Ross McKitrick and Tom Adams have authored What Goes Up…Ontario’s Soaring Electricity Prices and How to Get Them Down for The Fraser Institute. It purports to be an analysis of the effect government contracts with electricity producers have had on Ontario's power bills. According to McKitrick and Adams, a large portion of the increase in these bills is due to the Green Energy Act, and in particular to the installation of wind farms that the act encouraged. Response to the study has been limited, but typically uncritical . The Canadian Wind Energy Association has promised a rebuttal, but until that happens I thought I would offer a few thoughts of my own.
The study offers an econometric model designed to explain the "Global Adjustment", which is a monthly charge added to Ontario power bills to pay for the cost for providing both adequate generating capacity and conservation programs. The GA has been rising over the past decade or so, even as the market driven portion of the bill, the Hourly Ontario Energy Price or HOEP, has fallen. At the same time, the installed capacity of wind and has also risen and so, naturally enough, has been the urge to link these facts together.
Now, without getting too deep into the weeds, the companies that contract with the Ontario government to provide the province its electricity can get paid for their actual generation of energy, or for that plus their capacity to generate energy. From the report:
Or do they?
Adams and McKitrick fire up their econometric model and use it to crank out a couple of tables. This fellow thinks they contain an error or two, but for my purposes such details aren't really that important. Their first attempt at running the model is represented by Table 3 in the report.
You can read what they say about Table 3 through the link, but the bottom line is that they don't like the result it gives them for wind energy; it is not sufficiently alarming.
So Adams and McKtrick decide to give their model a tweak, which they justify as follows: even though wind generators don't officially get paid for capacity, the global adjustment "behaves" as though they did. They then provide the following scatterplot as supplying "correlational evidence" for this argument:
What this purports to show us is that where we have greater wind capacity, we have a higher Global Adjustment.
But of course we already know this because, as I noted above, we already know during the last decade or so both installed wind capacity and the GA have increased concurrently. And if you look at the data from whence the chart was derived--this for the GA, and this for wind capacity--it's just basic time-series stuff. What the GA was at a certain date; how much wind capacity was installed at a specific date. And so if you graphically represented this information as a time-series chart rather than a scattergram you would get a graph with two lines on it, one representing the GA and one wind capacity. They would both start low on the y axis at earlier dates and rise gradually as you moved date by date along the x axis, closer and closer to the present. Which, again, we knew already.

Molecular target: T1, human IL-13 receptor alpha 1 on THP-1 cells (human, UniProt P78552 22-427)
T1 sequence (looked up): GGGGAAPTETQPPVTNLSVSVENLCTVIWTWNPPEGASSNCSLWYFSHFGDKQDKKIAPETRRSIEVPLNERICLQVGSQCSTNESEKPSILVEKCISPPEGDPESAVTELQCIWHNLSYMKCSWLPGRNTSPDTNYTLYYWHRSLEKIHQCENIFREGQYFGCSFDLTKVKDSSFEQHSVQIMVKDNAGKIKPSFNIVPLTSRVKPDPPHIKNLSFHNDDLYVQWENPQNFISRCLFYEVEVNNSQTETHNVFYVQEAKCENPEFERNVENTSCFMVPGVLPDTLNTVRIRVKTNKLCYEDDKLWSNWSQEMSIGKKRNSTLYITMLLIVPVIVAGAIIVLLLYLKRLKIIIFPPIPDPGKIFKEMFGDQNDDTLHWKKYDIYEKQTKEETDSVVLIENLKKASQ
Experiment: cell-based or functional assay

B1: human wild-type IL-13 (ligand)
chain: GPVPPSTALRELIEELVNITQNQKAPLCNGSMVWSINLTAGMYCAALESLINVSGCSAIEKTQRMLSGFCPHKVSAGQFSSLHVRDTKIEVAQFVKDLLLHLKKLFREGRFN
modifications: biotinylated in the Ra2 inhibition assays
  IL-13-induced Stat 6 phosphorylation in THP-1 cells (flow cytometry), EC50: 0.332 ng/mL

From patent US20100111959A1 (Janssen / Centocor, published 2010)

But does this mean that the installed capacity of wind was responsible for the increase in the GA? Well, no: correlation is not causation, as they say. Furthermore, according to earlier statements by one of the report authors, the price increases in electricity previous to 2013-2014 cannot be put at the feet of wind energy:
[Tom] Adams said the real effect of the wind and solar investments on bills has yet to sting ratepayers but will drive up prices over the next few years.
So it is difficult for me to see why he would change his tune based on a single graph containing no new information.
But onward and upward! Tom and Ross adjust their model for the assumption that wind generators also get paid for capacity. And hey presto! we get Table 4! Suddenly wind-power is driving the increase in the GA.
But there is a problem with this reasoning. Though the model assumes that wind generators get paid both for capacity and generation, there are no contracts out there with this in their terms. Therefore Adams and McKitrick have to postulate a series of secret contracts, side deals, off-the-books stuff.
So wind drives the GA only if a conspiracy theory they are offering turns out to be true; that is, if the Ontario government has made undisclosed arrangements with the wind companies which, if brought to light, would make up the difference between Table 3 and Table 4. Not that they offer any evidence of such deals in their report (though I should say that Tom has made a few arm-wavy gestures on twitter:
@Bigcitylib2 e.g. Samsung securing transmission access directives + adders for wind/solar before even being on the Lobbyist Registry
— Tom Adams (@tomadamsenergy) October 30, 2014
And I suppose further investigation might turn up such evidence. But at the moment the McKitrick/Adams conspiracy theory is just an unsupported assumption needed to justify the result they would prefer their model gave them.